Telemarketing is proven, accountable and effective form of marketing. However, it can also create ill-will. Here are some steps that ensure that telemarketing builds your brand, today and in the future.
Telemarketing is the black sheep of branding. We all have slammed the phone down when the calls emerge at dinner time. Jay Leno jokes about the calls. ("An al Qaeda suspect listed his occupation as telemarketer. That alone should get him life in prison."). A Time magazine poll listed telemarketing as the fourth worst idea of the 20th century.
Yet despite the passions telemarketing raises, it offers the branding advantages of effectiveness and accountability. On average, telemarketing increases sales by 20%. For every $1 spent on telemarketing, $3.50 is generated in sales. Sales resulting from telemarketing account for 6% of U.S. gross domestic product. Businesses spent $73 billion on telemarketing in 2000, a sum that is up from $50 billion in 1995 and is expected to top $100 billion in 2005, according to the Direct Marketing Association. Translation: The average consumer, who gets 300 calls a year now, should expect more.
Consumers are complaining to politicians, who find telemarketers as easy a dog to kick as high taxes. More than 25 states have established do-not-call lists, and it's expected that the Federal Trade Commission will mandate a national do-not-call list shortly. To mark the first anniversary of the state's do-not-call list, the New York Consumer Protection Board ran over 100 phones -- with a steamroller.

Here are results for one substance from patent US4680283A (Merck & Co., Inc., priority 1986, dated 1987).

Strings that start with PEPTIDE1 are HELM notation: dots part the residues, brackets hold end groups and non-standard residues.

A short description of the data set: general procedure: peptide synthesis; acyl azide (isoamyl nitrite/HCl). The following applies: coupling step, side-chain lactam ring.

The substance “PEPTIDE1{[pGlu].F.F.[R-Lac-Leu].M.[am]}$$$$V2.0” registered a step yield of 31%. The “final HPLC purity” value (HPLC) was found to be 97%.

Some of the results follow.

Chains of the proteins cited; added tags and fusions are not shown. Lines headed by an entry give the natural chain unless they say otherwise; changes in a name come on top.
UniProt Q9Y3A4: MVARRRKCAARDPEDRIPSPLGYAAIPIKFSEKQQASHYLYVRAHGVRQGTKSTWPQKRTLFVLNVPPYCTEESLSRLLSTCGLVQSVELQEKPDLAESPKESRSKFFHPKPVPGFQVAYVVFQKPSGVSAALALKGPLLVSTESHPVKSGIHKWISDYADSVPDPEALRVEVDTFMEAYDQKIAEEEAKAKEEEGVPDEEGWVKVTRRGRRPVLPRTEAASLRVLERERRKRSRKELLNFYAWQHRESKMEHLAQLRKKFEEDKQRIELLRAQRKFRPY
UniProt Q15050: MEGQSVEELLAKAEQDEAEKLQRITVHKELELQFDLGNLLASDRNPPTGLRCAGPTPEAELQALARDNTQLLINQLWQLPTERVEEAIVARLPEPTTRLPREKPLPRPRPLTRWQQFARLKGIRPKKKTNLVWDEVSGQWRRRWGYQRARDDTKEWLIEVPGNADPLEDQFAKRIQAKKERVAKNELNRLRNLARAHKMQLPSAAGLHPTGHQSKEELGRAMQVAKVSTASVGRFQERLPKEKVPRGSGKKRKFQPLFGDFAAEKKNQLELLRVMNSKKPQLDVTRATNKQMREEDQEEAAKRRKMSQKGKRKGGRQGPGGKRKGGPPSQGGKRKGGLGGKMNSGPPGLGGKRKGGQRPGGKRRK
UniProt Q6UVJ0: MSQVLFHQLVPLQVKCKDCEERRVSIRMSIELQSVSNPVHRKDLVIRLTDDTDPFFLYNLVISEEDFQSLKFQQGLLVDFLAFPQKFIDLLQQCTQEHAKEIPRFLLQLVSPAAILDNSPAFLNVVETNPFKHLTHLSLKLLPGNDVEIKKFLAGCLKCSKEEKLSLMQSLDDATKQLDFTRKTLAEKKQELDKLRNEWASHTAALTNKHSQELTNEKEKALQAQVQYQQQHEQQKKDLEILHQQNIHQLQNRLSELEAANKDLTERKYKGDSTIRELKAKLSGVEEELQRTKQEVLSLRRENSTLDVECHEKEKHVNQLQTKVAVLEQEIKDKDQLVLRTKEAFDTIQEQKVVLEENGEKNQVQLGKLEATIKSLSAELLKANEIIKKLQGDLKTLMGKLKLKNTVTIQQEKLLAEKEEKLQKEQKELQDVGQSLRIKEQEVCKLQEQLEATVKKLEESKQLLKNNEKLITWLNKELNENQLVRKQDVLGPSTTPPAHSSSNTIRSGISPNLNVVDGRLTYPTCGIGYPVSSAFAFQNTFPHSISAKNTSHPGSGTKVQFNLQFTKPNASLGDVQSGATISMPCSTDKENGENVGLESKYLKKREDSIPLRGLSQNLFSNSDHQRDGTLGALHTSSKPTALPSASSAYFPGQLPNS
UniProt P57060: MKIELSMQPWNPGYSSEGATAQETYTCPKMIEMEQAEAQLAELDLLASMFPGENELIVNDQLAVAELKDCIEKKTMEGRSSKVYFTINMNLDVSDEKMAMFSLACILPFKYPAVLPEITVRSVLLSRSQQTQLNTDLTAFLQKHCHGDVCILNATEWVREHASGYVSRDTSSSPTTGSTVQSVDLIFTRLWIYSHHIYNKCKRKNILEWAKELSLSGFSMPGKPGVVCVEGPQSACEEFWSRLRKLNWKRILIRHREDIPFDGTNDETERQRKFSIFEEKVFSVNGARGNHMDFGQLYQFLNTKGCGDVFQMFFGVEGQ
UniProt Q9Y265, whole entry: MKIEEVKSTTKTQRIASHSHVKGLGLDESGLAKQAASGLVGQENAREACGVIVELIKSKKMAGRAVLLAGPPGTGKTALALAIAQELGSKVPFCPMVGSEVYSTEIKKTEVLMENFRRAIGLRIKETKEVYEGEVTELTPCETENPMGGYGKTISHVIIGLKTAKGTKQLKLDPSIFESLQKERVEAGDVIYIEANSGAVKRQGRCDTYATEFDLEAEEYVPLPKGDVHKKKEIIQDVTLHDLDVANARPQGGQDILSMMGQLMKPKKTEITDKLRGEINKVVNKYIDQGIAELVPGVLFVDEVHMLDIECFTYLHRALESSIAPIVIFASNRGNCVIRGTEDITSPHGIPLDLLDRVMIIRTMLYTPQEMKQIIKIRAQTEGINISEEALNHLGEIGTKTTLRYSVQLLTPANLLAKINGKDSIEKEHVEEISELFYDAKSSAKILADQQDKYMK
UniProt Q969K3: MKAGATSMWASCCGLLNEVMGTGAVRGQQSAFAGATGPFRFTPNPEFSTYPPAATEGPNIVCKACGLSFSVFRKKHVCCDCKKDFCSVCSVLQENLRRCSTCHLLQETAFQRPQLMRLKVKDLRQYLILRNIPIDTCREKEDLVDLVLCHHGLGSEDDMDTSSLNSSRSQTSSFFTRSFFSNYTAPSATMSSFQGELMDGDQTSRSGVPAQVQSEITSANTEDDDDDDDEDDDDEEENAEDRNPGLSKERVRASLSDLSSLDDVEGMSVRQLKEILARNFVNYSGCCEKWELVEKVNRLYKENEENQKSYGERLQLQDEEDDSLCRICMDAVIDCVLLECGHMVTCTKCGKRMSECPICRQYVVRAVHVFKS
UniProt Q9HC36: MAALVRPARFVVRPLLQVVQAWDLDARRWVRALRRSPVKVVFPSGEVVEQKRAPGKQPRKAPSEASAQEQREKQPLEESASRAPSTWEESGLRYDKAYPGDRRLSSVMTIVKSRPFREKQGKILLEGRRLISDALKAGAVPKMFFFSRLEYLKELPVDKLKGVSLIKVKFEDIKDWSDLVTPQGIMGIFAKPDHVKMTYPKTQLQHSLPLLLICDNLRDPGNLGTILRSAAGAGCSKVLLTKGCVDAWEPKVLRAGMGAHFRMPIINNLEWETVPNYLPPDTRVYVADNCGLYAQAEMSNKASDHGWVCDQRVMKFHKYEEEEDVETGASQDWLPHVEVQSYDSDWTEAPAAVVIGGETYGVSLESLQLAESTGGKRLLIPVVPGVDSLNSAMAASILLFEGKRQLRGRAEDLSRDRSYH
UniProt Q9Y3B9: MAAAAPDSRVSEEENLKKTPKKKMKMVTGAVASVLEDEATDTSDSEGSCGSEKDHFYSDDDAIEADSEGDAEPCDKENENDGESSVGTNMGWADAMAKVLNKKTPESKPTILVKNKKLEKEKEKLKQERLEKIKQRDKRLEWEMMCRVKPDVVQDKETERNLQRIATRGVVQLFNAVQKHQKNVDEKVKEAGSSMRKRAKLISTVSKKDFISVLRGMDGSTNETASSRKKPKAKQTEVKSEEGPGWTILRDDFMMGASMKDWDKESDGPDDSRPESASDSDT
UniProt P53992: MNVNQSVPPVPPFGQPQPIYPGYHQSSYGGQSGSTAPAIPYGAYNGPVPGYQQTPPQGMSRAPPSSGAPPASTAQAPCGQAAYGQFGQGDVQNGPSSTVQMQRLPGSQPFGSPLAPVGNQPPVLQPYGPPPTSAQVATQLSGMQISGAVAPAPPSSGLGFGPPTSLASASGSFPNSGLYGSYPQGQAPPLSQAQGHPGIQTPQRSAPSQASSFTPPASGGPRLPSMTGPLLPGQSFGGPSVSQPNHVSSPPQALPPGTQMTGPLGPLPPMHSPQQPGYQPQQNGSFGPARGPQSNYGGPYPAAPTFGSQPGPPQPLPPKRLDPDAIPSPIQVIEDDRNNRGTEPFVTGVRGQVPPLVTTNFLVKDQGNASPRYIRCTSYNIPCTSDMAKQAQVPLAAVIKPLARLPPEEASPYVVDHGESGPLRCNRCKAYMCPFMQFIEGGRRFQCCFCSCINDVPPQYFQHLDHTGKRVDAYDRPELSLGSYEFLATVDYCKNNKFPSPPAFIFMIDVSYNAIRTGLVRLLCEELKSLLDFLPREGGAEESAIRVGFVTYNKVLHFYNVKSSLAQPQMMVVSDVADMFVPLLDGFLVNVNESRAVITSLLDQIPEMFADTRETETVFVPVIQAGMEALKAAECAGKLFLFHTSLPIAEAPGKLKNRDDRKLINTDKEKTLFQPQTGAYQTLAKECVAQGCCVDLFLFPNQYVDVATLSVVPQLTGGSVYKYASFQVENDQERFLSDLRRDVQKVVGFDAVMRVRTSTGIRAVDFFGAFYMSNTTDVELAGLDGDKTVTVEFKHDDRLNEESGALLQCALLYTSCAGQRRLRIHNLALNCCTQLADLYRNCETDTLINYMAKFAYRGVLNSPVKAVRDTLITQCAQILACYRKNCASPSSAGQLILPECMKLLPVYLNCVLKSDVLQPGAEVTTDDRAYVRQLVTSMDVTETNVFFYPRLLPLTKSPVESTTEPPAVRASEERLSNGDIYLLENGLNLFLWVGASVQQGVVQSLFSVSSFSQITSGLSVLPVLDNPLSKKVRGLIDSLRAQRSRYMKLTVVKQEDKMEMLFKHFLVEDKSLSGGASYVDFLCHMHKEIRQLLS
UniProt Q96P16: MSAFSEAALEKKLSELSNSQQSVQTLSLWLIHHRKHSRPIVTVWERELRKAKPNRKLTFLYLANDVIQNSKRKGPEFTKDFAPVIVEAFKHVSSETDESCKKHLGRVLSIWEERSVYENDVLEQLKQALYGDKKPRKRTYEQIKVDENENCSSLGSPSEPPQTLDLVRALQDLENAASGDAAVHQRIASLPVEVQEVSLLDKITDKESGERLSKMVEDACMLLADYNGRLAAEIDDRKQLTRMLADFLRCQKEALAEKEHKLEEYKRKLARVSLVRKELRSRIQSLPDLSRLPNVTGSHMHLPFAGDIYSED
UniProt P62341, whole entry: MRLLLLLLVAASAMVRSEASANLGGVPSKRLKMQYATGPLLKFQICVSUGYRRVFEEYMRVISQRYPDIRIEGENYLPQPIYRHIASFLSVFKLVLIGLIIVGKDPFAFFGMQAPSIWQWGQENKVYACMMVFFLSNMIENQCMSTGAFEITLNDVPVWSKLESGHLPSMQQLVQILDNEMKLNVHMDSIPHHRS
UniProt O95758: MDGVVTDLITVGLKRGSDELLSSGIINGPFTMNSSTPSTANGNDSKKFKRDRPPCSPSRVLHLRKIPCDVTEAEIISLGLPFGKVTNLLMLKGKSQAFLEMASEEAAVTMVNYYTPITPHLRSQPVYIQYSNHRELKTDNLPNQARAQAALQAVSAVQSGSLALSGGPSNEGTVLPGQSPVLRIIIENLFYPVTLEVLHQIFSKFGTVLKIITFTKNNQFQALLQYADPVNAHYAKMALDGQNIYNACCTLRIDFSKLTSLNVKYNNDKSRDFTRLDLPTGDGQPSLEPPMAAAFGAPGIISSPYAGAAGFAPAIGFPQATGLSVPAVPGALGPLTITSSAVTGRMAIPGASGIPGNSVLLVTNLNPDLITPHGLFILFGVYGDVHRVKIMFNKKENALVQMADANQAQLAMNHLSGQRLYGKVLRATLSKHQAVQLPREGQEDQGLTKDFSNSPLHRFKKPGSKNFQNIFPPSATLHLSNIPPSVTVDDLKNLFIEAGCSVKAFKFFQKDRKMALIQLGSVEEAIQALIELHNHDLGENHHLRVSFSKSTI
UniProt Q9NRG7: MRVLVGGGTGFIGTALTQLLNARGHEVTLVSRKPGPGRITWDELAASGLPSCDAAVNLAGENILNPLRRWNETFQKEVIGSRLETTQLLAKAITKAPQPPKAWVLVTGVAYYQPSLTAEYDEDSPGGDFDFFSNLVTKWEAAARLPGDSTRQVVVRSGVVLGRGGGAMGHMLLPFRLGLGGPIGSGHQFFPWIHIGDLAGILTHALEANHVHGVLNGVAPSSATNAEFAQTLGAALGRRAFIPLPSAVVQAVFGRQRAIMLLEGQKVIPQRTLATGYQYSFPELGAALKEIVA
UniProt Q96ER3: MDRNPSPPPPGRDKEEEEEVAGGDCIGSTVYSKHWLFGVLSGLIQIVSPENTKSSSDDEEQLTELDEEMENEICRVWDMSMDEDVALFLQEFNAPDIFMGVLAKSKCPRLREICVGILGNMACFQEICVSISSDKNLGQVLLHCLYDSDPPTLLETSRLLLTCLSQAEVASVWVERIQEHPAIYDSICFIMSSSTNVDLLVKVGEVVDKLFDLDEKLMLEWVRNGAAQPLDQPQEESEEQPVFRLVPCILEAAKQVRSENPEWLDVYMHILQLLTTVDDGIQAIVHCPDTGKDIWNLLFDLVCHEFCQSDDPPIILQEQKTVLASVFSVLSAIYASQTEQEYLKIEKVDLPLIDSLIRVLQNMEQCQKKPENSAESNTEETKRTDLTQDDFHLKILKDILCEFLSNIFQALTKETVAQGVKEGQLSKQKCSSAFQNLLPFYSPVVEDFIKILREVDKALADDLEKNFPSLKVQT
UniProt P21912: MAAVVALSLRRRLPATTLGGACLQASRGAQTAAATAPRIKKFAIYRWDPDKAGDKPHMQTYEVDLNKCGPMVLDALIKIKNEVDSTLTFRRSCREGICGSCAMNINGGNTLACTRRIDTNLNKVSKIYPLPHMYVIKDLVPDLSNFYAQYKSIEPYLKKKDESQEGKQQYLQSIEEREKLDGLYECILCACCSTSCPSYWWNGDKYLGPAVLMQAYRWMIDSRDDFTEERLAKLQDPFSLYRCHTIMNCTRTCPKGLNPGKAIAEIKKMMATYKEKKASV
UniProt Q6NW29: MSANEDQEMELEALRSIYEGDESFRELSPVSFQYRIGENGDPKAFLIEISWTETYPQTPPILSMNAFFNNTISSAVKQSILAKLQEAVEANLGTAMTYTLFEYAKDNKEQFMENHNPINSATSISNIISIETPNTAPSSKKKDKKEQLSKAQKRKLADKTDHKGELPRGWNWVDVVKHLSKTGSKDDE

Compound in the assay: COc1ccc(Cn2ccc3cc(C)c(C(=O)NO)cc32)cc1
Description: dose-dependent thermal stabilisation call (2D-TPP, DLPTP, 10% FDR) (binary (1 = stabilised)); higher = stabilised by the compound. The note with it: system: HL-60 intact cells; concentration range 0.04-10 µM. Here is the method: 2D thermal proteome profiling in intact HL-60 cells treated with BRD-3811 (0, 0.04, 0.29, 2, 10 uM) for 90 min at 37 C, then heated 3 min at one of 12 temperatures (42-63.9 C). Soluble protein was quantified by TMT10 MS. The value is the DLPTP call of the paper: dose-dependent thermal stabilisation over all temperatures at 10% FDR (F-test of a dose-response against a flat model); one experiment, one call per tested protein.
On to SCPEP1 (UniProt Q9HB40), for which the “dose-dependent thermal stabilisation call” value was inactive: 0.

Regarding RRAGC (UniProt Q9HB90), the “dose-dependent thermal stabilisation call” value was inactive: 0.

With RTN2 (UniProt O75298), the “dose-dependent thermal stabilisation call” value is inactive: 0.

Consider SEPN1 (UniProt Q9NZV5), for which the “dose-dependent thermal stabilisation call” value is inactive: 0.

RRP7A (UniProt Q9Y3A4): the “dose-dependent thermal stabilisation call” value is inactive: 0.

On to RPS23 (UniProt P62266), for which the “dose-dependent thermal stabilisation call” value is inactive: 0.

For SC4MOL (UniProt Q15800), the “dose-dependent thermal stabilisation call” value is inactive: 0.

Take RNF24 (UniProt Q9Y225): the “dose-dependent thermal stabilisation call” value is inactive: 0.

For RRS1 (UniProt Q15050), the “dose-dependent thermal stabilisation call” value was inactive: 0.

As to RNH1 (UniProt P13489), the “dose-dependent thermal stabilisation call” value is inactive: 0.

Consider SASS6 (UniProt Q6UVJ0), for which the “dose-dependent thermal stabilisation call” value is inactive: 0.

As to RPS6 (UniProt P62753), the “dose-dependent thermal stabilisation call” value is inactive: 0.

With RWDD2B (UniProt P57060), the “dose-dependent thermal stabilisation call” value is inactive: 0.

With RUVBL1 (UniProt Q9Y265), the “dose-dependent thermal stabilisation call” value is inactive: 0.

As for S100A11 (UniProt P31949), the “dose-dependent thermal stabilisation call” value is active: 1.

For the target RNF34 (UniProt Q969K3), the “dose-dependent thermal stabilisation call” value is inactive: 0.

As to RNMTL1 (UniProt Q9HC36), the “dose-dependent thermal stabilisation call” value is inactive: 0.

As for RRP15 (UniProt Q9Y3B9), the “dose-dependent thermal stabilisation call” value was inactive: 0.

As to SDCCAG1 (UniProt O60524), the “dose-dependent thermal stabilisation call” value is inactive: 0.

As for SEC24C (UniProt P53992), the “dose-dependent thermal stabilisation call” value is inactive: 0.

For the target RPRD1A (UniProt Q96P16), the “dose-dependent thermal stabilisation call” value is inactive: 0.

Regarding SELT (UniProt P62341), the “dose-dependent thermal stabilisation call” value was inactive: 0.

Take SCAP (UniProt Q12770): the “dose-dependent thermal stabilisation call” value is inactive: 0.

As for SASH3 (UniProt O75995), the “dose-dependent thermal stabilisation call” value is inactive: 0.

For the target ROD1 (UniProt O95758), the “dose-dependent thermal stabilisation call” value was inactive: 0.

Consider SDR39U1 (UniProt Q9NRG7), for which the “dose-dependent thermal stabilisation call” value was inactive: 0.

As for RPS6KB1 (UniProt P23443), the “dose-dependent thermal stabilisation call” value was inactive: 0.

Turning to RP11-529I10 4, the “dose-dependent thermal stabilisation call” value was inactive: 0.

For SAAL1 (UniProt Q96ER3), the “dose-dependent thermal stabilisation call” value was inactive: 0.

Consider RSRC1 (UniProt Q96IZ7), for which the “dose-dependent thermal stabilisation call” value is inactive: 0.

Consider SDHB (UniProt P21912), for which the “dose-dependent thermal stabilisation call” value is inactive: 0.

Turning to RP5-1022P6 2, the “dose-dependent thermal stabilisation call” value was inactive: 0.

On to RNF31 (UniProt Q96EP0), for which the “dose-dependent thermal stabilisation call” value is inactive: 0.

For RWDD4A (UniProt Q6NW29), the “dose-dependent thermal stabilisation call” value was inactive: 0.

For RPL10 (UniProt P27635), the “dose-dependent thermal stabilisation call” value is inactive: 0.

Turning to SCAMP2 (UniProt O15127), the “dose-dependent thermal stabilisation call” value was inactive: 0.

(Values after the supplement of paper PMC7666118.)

In many ways, however, telemarketing is a bellwether as well as a black sheep. Companies who seek accountability are spending less on "awareness" and "positioning" efforts and more on telemarketing and direct mail. Results have been so good that companies pumped up the volume, creating a sales call overload.
As a result, the golden goose is now on life support. Not only is government choking telemarketers, but consumers are barricading themselves behind caller ID and telezappers.
Inevitably, the same phenomenon will repeat itself when we are all interconnected with wireless devices and each appliance in homes and businesses has the equivalent of an email address. Businesses will "cybermarket" like they telemarket today. Initial results will propel further efforts, and a backlash will hurt everyone.